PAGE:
1. GRIP HOOK
In his own inimitable way, Donald Trump put his finger on it: “You know, for a couple of years, you have very strong lack of being able to do things”. In his interview with Piers Morgan, the US President was referring to the UK’s post-Brexit ‘status quo’ transition period that so infuriates many Eurosceptic MPs. But even away from Brexit, some of Theresa May’s most critical backbenchers think a ‘very strong lack of being able to do things’ is a neat way to describe her lack of leadership skills, near-zero connection with the public, botched reshuffle, policy stagnation and failure of vision.
The growing unease among Eurosceptics over ‘Brexit in name only’, plus the slow realisation among others that May is a drag-anchor on winning the next election, makes for a lethal cocktail of dissent. Backbench rebel Heidi Allen tweeted yesterday that “the old guard hangs on in and doesn’t understand why we need to change…get a grip and lead”. Backbencher Rob Halfon told the BBC: “We need to have less policy-making by tortoise and (more) policy-making by lion.” Or as one former minister put it to me: “After the reshuffle, more people now see just how shit she really is at all this”. Johnny Mercer MP said there was a risk of a Corbyn government “if we don’t get our shit together”. Jacob Rees-Mogg told Robert Peston “I am biting my tongue on the personality question”. He meant Philip Hammond, but has also rather ominously been hinting that May herself is not indispensable: “The leader is important but the party is more important. Brexit is more important than anyone other than the Queen.”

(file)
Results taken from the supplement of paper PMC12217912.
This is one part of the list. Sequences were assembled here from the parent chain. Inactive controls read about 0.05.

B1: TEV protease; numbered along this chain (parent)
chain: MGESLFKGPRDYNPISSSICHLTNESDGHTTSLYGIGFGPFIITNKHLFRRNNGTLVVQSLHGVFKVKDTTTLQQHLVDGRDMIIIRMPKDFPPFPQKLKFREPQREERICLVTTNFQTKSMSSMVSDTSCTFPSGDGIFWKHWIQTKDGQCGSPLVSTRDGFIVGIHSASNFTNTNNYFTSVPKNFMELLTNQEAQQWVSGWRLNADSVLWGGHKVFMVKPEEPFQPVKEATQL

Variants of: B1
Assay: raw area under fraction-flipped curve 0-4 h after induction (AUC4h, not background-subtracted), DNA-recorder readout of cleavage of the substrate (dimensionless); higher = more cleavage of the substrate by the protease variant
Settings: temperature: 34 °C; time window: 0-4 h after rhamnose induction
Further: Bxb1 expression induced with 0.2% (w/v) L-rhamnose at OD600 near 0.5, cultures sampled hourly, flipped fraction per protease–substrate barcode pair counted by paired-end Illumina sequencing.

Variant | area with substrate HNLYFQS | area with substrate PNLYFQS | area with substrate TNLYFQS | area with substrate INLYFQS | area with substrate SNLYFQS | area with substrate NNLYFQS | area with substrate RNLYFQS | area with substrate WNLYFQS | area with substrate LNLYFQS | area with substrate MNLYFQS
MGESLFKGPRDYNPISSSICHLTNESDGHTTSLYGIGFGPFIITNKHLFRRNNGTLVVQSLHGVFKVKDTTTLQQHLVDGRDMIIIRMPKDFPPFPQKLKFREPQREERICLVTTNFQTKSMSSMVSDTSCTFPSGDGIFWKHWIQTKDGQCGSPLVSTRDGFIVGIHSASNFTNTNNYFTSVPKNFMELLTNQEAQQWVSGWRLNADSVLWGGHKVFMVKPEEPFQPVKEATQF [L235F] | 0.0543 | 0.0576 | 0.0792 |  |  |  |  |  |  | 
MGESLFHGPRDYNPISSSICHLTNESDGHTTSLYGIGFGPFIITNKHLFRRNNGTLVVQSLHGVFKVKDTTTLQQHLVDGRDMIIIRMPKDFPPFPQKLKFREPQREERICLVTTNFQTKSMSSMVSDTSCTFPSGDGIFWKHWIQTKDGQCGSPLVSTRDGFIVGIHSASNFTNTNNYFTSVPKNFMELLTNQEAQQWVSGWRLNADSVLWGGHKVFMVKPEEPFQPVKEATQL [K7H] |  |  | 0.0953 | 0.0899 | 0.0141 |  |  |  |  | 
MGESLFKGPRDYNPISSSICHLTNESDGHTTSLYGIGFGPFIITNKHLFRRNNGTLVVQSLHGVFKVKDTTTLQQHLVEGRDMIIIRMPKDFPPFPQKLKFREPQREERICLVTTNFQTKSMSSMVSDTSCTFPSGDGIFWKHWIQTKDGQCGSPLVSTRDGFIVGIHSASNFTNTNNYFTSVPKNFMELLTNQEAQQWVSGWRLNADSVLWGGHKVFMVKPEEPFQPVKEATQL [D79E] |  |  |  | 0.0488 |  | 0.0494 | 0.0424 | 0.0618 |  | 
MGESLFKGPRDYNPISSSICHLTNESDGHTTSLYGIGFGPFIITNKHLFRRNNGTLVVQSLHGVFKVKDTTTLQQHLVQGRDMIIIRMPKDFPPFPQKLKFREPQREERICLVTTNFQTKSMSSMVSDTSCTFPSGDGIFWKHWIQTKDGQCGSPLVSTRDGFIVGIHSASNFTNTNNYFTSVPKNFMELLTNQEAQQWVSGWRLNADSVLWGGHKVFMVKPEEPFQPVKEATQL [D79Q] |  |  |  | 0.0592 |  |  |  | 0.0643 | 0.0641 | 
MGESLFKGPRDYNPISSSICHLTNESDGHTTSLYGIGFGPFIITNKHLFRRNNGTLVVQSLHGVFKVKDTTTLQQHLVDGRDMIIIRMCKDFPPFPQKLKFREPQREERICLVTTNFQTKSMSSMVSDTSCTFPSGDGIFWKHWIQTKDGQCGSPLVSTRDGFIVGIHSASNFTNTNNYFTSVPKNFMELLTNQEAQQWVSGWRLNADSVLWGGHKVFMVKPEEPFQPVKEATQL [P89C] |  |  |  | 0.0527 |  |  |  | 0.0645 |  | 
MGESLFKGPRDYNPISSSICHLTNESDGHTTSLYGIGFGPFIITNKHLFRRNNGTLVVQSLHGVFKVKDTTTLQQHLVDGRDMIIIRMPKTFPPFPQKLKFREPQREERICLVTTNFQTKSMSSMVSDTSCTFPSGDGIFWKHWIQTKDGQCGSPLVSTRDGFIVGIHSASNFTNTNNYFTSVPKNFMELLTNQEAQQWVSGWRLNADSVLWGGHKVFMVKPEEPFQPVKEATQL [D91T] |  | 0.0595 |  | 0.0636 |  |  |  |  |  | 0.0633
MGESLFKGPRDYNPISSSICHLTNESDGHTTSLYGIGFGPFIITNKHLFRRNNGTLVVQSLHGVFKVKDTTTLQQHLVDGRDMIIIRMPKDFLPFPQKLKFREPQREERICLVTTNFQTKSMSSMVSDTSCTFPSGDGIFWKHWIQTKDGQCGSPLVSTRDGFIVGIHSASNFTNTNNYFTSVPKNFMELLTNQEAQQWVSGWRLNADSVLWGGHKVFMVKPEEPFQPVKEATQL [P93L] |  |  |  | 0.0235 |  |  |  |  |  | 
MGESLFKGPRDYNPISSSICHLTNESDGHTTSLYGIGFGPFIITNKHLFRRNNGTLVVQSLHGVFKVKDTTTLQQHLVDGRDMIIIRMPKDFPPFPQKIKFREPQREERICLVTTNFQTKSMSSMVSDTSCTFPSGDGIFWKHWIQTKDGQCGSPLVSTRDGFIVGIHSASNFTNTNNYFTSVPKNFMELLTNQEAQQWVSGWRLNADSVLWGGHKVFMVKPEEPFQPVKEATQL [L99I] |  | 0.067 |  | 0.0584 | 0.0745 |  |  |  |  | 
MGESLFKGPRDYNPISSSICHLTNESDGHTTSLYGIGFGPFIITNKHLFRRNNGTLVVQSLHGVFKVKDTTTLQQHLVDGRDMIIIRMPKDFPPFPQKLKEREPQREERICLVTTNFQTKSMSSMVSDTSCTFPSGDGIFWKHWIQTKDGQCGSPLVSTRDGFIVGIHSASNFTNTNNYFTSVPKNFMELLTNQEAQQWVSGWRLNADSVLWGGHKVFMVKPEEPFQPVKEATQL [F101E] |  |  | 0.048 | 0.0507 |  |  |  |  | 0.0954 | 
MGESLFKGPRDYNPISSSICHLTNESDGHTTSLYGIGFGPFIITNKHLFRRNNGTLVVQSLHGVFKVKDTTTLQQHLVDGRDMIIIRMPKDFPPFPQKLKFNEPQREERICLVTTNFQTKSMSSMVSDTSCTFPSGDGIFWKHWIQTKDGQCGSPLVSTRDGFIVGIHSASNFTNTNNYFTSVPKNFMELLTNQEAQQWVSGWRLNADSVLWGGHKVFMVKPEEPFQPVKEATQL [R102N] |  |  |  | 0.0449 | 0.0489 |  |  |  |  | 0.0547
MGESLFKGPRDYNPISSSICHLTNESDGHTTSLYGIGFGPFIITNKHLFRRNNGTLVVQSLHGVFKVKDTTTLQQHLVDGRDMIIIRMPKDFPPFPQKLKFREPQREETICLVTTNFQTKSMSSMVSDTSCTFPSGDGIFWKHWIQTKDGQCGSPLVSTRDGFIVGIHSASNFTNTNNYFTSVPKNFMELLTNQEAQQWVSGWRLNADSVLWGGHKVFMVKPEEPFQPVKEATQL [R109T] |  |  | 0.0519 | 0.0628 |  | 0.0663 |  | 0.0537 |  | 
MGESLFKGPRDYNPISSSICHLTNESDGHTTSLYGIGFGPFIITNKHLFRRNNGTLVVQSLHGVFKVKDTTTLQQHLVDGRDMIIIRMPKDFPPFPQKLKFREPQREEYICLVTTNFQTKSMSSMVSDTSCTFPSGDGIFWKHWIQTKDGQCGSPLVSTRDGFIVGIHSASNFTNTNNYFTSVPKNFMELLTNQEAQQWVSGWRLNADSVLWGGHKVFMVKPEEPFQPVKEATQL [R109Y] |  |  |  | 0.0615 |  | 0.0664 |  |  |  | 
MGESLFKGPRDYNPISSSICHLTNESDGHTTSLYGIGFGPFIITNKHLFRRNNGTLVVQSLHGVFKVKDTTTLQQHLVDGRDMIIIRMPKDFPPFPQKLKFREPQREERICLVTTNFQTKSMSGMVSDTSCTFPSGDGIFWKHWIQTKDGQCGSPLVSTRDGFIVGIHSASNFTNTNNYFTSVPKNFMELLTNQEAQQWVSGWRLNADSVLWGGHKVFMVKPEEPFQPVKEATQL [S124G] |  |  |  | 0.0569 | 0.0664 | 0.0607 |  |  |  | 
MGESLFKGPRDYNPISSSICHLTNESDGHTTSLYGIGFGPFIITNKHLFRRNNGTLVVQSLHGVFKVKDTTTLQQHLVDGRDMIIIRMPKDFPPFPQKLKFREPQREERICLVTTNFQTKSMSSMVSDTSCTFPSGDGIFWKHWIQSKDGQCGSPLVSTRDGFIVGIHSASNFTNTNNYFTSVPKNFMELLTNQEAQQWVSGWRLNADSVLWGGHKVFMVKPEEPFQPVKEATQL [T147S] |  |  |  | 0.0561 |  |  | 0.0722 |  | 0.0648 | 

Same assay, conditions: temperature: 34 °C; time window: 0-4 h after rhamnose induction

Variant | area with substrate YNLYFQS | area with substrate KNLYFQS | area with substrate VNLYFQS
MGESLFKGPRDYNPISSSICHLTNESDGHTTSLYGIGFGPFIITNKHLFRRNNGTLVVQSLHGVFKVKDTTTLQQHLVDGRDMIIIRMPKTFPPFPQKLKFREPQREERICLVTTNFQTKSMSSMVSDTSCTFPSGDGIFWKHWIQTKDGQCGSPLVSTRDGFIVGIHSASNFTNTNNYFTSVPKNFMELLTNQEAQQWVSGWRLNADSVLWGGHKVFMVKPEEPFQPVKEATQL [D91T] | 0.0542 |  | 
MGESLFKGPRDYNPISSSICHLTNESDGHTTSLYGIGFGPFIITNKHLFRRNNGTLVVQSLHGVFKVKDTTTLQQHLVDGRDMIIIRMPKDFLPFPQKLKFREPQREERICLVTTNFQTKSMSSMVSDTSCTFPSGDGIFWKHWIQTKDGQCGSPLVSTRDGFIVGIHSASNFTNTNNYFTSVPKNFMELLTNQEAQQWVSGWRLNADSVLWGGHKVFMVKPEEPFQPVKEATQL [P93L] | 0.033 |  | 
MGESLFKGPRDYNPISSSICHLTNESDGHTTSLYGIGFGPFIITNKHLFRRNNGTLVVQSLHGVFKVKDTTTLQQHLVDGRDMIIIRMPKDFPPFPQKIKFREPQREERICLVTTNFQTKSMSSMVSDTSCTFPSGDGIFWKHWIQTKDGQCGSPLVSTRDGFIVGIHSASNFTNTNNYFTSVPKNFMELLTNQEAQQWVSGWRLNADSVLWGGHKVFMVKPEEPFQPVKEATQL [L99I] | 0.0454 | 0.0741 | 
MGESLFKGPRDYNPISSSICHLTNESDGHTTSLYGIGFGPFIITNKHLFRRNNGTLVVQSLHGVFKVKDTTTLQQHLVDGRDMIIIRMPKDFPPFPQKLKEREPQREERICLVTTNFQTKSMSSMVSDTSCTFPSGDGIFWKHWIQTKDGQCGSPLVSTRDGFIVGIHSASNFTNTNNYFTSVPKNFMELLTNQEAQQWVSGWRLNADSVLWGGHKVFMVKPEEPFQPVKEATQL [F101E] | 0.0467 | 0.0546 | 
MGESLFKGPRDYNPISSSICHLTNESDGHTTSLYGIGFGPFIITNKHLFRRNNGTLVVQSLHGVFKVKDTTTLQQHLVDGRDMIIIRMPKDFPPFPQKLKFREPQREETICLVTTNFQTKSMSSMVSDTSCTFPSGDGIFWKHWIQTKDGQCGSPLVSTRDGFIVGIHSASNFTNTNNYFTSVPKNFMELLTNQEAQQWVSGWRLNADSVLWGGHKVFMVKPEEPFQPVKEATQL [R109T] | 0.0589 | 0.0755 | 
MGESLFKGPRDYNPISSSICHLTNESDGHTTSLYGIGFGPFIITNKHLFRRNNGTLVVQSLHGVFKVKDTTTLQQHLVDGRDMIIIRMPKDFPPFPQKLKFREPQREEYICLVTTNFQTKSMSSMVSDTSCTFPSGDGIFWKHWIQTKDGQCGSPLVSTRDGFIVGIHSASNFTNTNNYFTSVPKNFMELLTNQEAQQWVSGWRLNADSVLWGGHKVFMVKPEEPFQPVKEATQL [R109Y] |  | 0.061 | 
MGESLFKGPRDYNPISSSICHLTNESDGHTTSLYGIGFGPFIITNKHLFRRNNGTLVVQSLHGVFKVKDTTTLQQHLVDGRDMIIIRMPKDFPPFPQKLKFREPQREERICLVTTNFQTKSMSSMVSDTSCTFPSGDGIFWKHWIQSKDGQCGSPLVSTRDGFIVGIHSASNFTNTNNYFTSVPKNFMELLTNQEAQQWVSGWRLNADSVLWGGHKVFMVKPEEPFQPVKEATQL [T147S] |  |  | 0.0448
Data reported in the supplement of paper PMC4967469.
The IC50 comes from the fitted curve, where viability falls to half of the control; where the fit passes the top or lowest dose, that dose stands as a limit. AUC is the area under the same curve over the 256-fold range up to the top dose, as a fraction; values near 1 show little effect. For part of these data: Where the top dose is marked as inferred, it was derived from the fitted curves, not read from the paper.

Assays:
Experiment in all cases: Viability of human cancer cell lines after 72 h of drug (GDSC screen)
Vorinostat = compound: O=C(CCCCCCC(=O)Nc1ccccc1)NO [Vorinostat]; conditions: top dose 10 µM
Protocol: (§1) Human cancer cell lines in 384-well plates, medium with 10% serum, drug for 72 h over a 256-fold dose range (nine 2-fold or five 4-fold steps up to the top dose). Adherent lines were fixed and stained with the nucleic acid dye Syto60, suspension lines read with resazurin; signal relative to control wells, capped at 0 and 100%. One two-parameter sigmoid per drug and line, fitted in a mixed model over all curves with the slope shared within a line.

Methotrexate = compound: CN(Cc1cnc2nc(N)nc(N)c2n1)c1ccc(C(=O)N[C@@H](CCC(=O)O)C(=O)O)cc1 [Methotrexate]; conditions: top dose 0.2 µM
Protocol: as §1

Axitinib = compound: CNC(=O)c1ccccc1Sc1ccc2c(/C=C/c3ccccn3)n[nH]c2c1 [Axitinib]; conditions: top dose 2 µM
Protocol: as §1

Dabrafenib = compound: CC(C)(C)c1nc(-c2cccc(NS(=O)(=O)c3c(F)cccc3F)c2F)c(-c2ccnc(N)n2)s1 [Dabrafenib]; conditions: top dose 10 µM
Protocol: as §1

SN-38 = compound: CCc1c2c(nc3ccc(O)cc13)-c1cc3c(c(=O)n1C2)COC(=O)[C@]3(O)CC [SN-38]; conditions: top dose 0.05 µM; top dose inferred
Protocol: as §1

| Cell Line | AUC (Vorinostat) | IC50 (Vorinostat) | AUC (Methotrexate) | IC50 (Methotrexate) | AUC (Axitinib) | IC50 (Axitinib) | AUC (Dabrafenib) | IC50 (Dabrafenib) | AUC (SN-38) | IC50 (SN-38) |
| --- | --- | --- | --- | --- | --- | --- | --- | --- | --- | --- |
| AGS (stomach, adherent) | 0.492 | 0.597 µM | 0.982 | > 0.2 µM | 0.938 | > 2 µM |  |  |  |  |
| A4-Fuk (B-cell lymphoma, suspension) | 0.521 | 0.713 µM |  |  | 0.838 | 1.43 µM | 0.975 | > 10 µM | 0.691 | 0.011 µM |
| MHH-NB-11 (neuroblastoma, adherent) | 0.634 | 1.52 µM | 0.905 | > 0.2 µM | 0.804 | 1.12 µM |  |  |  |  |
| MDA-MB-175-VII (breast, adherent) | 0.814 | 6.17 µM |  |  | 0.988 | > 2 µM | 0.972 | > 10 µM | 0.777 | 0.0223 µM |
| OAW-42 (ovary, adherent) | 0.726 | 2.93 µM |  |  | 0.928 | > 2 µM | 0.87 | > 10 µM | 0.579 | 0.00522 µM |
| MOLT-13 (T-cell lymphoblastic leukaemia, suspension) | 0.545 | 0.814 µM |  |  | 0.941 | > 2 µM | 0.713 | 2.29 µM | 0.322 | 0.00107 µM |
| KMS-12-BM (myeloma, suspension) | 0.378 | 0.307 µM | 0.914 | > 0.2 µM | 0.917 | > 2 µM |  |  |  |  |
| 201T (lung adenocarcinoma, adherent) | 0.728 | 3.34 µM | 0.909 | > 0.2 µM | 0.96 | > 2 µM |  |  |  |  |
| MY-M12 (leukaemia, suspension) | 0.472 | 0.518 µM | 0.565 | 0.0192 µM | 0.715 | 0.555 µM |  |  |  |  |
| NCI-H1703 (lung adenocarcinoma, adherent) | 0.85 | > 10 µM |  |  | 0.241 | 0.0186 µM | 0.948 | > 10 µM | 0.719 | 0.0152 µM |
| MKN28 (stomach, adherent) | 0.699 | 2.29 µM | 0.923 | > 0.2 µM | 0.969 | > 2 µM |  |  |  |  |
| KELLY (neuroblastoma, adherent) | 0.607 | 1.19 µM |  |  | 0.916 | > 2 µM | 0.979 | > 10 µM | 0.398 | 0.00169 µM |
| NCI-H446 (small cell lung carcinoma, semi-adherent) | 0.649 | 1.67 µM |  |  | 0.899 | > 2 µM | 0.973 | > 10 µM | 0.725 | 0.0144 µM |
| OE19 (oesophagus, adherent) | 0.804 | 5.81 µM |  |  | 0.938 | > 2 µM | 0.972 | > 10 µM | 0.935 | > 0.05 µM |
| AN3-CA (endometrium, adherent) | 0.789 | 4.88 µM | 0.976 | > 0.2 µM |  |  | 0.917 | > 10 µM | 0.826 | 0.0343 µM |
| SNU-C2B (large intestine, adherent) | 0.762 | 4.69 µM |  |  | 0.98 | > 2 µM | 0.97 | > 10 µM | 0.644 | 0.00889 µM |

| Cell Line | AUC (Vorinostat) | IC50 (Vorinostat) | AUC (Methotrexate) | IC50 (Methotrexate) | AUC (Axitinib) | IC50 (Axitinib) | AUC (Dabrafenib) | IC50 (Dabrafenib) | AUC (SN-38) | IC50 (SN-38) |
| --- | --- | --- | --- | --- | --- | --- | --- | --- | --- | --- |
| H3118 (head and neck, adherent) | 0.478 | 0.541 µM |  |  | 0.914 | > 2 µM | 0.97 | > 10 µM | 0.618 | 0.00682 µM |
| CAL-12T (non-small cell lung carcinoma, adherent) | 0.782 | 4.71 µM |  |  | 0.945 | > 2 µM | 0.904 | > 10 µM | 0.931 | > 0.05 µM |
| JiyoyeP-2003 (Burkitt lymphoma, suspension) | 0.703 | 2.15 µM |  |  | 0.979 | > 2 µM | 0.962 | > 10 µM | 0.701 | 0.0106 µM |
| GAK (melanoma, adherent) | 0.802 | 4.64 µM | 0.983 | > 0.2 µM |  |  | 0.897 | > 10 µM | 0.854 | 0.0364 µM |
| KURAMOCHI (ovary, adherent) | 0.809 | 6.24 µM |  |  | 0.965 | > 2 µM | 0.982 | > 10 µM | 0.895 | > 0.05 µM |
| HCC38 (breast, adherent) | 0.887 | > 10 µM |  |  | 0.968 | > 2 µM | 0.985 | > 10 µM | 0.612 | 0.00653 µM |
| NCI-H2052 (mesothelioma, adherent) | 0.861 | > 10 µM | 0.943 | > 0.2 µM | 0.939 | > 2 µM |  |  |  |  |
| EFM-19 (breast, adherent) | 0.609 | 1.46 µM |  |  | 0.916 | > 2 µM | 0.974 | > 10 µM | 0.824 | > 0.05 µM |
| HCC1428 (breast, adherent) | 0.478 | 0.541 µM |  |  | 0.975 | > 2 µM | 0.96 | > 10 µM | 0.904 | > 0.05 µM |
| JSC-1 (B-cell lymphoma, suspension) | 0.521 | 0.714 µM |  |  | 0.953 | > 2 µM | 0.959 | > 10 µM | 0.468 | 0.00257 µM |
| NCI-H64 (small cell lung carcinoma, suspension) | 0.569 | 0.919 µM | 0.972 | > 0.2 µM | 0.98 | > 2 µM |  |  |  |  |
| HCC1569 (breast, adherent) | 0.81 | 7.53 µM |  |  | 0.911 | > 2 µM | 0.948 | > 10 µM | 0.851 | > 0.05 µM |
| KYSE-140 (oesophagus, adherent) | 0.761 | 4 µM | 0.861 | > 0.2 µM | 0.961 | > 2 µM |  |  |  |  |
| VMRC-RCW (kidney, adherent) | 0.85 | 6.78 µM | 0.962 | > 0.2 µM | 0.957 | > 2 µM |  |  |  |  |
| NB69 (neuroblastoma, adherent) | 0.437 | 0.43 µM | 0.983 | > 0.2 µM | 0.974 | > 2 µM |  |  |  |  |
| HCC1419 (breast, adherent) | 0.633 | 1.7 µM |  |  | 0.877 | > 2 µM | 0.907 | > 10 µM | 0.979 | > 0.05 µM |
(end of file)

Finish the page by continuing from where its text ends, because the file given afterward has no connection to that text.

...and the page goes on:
So is the PM’s future in No10 really at risk? Well, one senior MP joked to me yesterday that her trip to China this week had echoes of “Thatcher in Paris, 1990, while the cat’s away..” (don’t forget the ex-PM was in France at the height of the Tory rebellion against her back in London, just before she was ousted). Former Tory chairman Grant Shapps made plain yesterday that one way out of all this for May would be to announce she would not fight the 2022 general election. She could at a stroke call the bluff of her potential successors, none of whom is yet ready and all of whom would have to line up behind a form of words that supported her. David Cameron himself had sent a similar signal and despite an initial flurry it hadn’t undermined his authority, the argument goes. May could buy herself some time to get to at least 2019 and Brexit Day or even beyond to 2021, it’s claimed.
Only Sir Graham Brady, the chair of the backbench 1922 Committee, knows just how close we are to the fateful 48 Tory MPs letters needed to automatically trigger a vote of confidence in May. I’m told more want to submit letters today, even though some colleague are asking them to hold off to see if May does indeed announce she won’t fight the next election. “It’s her last great opportunity to set her own departure, without making it random or messy,” one MP tells me. “The letter process means this is a one-way ratcheting, and things can only get worse.” (Only one letter has ever been withdrawn, once sent, and that was under Cameron). Even if this current squall dies down, each fresh new blow-up risks adding to that letter-writing total. Even if she does ‘get a grip’, she’s caught on the hook of the party’s relentless internal rules on leadership contests.